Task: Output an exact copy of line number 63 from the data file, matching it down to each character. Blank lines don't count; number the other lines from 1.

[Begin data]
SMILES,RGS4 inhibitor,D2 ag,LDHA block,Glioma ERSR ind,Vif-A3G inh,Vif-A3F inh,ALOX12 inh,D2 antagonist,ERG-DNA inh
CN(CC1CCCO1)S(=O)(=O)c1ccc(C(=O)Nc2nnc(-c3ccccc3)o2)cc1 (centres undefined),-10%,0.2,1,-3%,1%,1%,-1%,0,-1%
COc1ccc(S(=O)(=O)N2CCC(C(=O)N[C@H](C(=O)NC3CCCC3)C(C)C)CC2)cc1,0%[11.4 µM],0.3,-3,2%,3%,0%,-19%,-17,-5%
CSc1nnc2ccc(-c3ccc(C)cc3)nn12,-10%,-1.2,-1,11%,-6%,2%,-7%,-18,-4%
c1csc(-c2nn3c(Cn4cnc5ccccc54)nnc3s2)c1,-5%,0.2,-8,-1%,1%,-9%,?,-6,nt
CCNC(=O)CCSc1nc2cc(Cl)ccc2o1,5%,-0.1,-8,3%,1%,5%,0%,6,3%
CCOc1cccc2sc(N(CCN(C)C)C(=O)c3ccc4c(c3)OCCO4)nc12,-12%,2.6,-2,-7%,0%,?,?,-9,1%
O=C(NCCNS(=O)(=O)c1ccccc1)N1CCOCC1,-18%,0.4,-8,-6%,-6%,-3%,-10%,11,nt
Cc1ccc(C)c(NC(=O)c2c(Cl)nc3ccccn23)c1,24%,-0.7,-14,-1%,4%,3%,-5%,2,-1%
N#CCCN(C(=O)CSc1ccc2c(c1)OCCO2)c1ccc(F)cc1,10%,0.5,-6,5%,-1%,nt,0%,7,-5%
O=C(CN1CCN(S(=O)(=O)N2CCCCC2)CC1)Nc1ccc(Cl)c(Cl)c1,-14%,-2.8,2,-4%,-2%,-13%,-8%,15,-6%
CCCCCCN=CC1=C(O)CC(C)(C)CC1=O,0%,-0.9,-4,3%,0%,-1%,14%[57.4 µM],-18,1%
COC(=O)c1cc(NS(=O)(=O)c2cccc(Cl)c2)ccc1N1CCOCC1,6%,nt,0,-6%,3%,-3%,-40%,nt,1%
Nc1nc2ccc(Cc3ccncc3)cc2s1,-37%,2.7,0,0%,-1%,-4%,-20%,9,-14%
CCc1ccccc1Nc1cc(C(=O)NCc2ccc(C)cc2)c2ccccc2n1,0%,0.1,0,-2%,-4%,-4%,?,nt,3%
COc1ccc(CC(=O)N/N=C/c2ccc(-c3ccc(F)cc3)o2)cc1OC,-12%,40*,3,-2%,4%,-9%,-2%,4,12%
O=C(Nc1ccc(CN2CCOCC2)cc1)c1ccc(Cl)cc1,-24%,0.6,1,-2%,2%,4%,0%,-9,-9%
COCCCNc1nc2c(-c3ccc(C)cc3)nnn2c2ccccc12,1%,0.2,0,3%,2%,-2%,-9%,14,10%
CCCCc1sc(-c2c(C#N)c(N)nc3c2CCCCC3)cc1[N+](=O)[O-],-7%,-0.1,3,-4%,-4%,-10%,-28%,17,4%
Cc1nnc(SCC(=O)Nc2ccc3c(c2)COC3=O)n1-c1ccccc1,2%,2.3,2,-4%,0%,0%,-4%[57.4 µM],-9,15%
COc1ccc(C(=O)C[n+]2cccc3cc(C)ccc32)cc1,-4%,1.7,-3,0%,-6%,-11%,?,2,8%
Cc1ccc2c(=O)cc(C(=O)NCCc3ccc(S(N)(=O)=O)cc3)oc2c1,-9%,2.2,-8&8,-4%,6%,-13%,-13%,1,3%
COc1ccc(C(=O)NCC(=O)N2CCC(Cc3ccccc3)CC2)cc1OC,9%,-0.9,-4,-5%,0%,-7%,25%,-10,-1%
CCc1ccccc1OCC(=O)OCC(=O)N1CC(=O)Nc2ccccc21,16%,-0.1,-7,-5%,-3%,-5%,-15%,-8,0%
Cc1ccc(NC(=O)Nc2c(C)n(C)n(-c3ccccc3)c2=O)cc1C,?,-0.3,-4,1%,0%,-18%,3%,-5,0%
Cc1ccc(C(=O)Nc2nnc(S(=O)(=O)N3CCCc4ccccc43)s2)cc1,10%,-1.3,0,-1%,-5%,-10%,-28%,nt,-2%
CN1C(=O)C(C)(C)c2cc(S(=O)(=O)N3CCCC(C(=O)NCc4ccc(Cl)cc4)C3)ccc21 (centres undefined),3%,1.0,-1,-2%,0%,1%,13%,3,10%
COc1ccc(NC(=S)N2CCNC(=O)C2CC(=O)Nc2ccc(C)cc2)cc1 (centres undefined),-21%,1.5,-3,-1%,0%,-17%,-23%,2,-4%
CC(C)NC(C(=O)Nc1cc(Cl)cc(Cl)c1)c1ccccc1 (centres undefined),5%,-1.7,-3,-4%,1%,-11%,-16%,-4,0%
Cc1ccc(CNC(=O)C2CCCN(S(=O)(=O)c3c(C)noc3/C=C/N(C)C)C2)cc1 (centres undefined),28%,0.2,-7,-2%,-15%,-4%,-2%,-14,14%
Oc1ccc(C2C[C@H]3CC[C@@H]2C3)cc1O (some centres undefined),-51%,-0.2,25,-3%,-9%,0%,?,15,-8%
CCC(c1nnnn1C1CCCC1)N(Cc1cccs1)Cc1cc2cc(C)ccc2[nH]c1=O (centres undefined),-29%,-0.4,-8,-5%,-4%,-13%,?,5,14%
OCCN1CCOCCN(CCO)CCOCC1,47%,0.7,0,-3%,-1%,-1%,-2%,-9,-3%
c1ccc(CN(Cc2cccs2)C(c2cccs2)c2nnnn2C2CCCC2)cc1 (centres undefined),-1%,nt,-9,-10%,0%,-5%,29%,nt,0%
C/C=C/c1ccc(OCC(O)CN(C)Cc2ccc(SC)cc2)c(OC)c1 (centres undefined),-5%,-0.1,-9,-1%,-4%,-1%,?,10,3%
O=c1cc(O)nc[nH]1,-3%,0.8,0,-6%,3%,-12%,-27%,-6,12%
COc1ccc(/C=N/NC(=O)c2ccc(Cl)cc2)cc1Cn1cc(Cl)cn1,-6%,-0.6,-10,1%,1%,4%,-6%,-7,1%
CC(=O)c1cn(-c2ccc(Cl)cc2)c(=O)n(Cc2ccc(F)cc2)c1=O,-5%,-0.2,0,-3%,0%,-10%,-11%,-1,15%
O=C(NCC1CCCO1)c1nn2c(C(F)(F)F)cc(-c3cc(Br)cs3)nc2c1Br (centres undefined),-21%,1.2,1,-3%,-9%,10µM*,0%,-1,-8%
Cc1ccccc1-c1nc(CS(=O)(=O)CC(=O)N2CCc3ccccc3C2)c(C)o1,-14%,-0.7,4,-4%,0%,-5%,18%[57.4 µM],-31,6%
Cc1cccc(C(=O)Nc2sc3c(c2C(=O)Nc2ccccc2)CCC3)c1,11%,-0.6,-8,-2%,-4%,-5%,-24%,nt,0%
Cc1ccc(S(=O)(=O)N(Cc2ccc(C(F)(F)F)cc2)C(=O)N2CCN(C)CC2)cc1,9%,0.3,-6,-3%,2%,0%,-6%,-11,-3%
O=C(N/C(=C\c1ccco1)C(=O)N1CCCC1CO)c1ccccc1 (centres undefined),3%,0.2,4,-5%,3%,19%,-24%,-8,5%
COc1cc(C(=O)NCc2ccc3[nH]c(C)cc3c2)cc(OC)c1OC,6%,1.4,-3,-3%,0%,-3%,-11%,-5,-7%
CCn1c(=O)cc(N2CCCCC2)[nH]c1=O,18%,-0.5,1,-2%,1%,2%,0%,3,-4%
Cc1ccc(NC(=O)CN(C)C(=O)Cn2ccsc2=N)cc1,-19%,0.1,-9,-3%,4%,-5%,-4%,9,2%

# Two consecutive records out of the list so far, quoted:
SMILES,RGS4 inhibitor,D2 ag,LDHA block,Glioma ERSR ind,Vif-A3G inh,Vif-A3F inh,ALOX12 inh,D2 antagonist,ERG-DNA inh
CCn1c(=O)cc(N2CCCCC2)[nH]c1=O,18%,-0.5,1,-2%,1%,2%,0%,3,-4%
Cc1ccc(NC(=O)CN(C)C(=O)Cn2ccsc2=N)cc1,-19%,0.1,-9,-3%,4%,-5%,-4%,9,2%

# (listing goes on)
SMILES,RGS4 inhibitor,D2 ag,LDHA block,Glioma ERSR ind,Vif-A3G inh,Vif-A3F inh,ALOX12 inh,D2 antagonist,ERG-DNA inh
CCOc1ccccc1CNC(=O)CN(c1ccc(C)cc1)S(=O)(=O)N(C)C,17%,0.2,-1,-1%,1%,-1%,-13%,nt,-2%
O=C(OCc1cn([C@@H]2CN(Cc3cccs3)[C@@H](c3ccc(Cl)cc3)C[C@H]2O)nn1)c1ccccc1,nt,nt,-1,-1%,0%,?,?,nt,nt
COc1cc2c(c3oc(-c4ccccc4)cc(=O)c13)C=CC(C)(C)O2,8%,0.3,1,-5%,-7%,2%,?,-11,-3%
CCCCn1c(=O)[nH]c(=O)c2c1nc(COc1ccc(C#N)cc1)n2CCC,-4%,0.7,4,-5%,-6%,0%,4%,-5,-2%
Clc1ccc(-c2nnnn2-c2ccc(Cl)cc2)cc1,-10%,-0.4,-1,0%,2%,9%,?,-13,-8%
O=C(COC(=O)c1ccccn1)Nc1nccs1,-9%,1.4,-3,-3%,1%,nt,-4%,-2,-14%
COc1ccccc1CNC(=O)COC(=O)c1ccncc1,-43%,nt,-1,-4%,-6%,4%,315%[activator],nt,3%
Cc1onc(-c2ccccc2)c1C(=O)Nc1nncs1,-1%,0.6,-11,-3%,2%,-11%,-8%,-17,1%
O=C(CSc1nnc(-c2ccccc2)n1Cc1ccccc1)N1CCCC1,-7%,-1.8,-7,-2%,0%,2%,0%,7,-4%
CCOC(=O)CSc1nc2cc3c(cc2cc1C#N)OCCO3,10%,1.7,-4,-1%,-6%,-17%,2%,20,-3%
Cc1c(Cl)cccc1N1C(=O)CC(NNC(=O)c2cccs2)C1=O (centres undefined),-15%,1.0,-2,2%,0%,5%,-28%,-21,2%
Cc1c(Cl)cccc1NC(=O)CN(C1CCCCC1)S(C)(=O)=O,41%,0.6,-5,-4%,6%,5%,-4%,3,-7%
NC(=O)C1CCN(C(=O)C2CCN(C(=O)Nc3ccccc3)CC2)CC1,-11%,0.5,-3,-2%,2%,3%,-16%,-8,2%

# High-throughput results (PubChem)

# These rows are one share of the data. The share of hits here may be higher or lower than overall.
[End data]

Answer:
Cc1c(Cl)cccc1N1C(=O)CC(NNC(=O)c2cccs2)C1=O (centres undefined),-15%,1.0,-2,2%,0%,5%,-28%,-21,2%